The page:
Confidentiality: Are Environmental Reports Discoverable in Enforcement Actions

In Commissioner of the Department of Planning and Natural Resources (DPNR) v Century Aluminum,2112 WL 314000  (D. VI 2012), a federal district court held that environmental reports prepared for defendants were not discoverable under the attorney work product doctrine.   The work product doctrine prevents discovery of facts known and opinions held by non-testifying experts who were retained in anticipation of litigation.  DPNR brought an action seeking compensation for damage to natural resources.  In response, defendant retained two marine biology consultants.  These consultants performed dives into the allegedly contaminated waters and recorded their observations.  In preparing for trial, plaintiff requested “scientific data and/or recorded observations” of these consultants.  Defendant refused to produce any documents in response to this request.

The court noted that the purpose of the work product doctrine is to protect the thought processes of attorneys and to prevent parties from obtaining a “free ride” on the investigative efforts of others.  The court noted that such reports are only discoverable under “exceptional circumstances” such as where the facts cannot be obtained by any other means and they are central to the case.  Here, the court found no such “exceptional circumstances,” as the court concluded that the observations in question did not relate to a critical time in the litigation.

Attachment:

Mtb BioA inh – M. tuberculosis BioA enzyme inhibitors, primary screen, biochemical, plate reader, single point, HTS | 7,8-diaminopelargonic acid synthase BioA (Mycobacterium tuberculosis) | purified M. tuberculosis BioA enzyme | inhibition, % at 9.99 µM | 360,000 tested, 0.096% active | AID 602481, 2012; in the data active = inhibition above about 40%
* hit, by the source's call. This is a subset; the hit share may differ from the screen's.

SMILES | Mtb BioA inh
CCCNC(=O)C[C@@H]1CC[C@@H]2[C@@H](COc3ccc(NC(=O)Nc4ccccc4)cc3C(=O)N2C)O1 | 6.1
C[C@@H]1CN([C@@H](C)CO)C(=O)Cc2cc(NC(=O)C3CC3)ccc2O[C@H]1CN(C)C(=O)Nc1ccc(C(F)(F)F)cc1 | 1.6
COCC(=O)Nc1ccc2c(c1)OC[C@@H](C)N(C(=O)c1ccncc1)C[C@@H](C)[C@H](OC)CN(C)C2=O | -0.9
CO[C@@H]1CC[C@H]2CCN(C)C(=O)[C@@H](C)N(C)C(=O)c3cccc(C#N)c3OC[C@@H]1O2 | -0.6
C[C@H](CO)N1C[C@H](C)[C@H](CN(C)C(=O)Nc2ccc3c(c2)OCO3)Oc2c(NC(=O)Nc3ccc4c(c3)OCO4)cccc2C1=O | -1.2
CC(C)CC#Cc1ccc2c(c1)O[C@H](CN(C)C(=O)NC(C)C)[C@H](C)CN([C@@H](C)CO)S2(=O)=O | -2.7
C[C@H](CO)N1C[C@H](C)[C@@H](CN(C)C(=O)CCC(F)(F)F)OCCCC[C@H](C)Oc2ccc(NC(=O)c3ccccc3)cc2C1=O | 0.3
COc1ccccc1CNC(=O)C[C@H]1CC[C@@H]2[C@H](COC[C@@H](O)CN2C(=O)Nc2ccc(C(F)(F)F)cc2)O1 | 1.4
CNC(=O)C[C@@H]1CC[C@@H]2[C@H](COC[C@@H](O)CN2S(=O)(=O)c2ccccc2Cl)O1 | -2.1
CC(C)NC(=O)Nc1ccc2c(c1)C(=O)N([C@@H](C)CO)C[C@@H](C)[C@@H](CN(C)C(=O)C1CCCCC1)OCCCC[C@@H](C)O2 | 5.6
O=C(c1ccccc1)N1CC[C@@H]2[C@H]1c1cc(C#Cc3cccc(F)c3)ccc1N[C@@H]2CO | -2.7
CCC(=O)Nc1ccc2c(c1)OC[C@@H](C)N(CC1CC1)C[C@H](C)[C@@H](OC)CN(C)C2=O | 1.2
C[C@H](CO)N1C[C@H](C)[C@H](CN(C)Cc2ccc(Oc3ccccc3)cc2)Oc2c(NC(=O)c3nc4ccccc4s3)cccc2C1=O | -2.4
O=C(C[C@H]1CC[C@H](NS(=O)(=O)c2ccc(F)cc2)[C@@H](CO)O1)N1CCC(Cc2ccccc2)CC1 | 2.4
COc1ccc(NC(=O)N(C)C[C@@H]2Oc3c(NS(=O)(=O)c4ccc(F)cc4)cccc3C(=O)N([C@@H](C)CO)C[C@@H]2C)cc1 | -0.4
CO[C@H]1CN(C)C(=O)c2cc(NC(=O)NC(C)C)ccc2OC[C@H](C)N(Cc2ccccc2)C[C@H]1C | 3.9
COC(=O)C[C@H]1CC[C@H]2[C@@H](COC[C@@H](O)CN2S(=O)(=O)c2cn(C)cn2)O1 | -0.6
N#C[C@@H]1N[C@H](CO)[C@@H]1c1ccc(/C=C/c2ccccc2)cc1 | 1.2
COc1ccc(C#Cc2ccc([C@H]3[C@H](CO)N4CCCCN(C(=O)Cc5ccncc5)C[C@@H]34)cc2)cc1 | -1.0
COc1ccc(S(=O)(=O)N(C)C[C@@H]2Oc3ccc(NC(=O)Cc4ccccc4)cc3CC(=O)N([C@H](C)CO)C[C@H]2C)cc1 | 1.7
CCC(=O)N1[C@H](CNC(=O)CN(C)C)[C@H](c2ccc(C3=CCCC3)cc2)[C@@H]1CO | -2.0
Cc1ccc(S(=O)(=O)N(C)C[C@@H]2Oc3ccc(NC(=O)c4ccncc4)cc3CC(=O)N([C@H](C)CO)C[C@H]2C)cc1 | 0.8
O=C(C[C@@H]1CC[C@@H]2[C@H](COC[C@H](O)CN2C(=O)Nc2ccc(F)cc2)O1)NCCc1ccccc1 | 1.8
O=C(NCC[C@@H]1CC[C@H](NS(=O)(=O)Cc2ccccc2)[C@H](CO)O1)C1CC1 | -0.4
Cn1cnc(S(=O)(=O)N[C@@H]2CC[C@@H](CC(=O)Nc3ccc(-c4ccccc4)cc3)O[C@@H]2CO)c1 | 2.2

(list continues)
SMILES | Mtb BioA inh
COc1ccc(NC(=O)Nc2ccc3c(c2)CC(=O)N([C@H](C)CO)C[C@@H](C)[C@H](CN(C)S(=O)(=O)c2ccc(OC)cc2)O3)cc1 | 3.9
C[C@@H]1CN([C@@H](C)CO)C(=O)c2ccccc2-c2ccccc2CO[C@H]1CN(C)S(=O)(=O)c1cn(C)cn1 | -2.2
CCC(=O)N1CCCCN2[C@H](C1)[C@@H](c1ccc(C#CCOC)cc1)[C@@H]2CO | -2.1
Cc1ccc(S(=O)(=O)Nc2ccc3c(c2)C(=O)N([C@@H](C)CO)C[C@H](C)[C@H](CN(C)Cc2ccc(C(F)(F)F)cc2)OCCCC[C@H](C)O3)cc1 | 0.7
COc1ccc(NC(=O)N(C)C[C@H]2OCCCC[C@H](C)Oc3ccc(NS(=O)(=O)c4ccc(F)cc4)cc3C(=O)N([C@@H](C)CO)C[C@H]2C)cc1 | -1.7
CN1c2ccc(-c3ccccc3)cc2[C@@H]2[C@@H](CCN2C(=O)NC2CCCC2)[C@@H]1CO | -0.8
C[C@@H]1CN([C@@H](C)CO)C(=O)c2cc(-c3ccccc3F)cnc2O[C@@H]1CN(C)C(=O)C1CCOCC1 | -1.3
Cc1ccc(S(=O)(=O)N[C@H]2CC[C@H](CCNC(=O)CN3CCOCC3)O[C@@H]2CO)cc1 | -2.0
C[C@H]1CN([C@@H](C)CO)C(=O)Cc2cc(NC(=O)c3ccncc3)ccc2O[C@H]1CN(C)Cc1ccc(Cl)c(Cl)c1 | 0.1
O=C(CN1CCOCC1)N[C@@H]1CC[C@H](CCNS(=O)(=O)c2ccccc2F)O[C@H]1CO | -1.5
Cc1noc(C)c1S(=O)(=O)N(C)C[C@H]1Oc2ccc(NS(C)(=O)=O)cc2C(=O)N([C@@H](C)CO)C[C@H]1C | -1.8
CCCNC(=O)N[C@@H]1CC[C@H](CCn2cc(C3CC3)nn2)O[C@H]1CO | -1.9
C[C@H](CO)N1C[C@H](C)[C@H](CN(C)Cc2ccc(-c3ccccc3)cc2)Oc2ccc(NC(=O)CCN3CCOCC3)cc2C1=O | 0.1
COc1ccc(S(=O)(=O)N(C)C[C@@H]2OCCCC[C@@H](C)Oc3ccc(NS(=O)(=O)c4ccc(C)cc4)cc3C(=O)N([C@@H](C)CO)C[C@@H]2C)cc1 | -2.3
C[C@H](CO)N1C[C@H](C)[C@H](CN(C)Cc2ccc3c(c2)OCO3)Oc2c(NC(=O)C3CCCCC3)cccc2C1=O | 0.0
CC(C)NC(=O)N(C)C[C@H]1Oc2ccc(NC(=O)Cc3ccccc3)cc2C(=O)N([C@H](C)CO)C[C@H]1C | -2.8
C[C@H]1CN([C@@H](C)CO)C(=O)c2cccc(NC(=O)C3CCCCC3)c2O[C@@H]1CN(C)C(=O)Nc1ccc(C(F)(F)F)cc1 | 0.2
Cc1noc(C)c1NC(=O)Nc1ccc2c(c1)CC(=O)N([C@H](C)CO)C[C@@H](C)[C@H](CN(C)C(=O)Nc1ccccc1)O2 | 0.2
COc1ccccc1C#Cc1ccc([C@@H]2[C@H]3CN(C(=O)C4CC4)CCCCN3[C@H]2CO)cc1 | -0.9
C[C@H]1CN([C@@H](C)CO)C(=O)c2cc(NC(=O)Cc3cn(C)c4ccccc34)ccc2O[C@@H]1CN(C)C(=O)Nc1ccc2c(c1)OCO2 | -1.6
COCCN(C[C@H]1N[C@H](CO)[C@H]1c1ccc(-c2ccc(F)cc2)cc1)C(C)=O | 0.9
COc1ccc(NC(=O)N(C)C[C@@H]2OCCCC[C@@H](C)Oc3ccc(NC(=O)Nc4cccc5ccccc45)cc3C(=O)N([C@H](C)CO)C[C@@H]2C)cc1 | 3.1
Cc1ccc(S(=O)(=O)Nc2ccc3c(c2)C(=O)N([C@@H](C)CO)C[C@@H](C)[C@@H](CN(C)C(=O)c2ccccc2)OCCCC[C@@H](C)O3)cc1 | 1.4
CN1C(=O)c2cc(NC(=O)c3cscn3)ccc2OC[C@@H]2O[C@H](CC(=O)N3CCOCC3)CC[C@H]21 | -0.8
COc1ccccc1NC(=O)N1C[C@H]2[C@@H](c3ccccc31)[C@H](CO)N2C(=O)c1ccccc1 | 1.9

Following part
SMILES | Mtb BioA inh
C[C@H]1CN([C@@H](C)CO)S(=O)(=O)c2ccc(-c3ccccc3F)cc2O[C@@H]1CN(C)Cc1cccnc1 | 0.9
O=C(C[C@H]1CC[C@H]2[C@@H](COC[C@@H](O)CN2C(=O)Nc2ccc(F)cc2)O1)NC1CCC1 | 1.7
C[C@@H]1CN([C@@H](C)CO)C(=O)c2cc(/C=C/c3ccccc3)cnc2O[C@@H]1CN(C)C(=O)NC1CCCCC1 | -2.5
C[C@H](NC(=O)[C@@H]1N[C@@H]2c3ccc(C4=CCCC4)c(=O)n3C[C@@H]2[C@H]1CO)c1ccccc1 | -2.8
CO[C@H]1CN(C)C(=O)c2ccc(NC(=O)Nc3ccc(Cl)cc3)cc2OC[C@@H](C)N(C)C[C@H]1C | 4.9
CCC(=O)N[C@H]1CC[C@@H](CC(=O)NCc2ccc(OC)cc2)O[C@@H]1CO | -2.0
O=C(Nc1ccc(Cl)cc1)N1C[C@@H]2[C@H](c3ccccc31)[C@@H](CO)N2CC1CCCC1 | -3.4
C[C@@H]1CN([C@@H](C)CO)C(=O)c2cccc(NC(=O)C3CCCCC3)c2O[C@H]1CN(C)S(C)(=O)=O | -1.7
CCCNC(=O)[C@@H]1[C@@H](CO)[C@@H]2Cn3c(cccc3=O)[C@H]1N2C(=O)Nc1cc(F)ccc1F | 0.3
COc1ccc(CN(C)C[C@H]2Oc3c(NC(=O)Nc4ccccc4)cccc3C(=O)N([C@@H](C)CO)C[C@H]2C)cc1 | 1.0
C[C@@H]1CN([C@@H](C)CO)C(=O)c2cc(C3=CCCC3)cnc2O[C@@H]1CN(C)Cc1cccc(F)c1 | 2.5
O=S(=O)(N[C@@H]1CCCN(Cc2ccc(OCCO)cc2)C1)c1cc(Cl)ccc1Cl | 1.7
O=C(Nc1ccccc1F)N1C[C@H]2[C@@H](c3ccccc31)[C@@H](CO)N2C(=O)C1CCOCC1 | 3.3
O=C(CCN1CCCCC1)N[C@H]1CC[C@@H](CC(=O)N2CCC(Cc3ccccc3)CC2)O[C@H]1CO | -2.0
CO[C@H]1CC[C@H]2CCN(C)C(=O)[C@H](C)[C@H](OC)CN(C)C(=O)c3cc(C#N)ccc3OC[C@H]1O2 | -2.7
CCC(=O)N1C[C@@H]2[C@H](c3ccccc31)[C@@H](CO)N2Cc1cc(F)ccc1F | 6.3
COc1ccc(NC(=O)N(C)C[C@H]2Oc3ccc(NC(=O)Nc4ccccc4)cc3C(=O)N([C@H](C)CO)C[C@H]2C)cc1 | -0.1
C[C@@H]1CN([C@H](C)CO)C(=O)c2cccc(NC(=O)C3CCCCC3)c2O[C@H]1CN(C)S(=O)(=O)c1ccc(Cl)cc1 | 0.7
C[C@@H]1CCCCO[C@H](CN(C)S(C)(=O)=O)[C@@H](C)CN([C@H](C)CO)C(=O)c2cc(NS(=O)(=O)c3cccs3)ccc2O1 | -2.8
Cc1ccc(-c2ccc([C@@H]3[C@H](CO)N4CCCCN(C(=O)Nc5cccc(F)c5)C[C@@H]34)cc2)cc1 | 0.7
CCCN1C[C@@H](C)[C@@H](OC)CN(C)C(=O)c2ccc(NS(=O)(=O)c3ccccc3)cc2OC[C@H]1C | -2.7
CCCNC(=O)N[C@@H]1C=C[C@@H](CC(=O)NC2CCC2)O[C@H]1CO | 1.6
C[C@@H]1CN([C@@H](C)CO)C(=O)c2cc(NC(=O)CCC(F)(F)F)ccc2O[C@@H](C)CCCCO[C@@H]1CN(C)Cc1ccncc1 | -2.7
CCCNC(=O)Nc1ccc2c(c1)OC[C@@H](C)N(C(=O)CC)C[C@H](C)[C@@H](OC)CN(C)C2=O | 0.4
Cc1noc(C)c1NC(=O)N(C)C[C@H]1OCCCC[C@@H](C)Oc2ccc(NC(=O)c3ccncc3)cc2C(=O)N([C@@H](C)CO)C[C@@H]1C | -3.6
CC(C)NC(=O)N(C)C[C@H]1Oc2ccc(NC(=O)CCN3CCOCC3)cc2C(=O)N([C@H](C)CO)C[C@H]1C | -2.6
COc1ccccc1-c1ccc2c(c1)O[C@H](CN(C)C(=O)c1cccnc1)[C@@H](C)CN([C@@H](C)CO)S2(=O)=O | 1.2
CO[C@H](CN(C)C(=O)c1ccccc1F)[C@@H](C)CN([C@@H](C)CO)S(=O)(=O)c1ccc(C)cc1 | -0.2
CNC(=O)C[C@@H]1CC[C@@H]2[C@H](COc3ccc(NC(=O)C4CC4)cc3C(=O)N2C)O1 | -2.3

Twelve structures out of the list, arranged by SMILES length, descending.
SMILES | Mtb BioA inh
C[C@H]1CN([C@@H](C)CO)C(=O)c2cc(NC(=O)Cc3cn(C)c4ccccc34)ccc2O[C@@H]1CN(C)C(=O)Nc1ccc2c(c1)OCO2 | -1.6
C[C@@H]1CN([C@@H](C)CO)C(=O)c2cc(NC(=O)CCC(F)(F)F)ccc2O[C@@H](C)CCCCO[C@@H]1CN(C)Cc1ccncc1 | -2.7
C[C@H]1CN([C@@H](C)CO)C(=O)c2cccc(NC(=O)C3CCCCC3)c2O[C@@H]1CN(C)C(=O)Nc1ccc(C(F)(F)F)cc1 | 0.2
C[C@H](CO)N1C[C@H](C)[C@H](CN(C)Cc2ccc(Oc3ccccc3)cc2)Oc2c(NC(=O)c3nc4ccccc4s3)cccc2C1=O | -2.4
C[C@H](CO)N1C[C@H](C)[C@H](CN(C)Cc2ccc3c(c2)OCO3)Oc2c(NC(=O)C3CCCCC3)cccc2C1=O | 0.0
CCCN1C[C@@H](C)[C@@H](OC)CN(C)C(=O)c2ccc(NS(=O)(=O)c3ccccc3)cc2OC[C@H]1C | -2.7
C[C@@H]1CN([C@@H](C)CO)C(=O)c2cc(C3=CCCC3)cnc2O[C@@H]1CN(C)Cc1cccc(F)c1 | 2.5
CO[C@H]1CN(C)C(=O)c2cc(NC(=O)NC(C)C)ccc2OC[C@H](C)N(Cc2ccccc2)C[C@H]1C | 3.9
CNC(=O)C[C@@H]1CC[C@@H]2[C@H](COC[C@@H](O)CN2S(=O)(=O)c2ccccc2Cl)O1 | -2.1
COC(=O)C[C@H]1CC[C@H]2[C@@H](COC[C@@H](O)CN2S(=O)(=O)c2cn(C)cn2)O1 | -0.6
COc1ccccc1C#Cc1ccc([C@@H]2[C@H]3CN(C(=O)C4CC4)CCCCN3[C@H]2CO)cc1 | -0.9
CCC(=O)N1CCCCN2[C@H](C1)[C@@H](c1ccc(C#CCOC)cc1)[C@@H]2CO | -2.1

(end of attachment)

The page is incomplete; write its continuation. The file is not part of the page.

What does this mean for environmental due diligence documents prepared for a transaction?  Probably not much.  It is not uncommon for a party preparing for a transaction to have the consultant retained by the attorney to try to protect the results from disclosure.  However, the Century Aluminum case did not involve a report prepared for an attorney handling a transaction.  The report at issue was prepared in anticipation of litigation.  The work product doctrine protects the attorney’s thought processes in preparation for litigation.  As such, the plaintiffs requested only data and observations, and did not attempt to obtain the entire report or the opinions of the consultant;  and the court held the data and observations were also protected.  A phase I site assessment prepared for a transaction (and not in anticipation of litigation) is not likely to be similarly protected.  Some portions of such reports may be protected by the attorney client privilege, which protects confidential communications between attorney and client.  A report prepared by a consultant for the attorney to assist the attorney in providing legal advice could thus be protected.  However, the attorney client privilege generally provides less protection than the work product doctrine.  Opinions and conclusions may be protected, but raw data may not be.  The relationship between the work product doctrine and the attorney client privilege in protecting environmental reports is addressed in Occidental Chemical Corp. v OHM Remediation Services, Corp. 175 FRD 421 (WDNY 1997) and Vermont Gas Systems, Inc. v United States Fidelity & Guaranty Co, 151 FRD 268 (D VT 1993).

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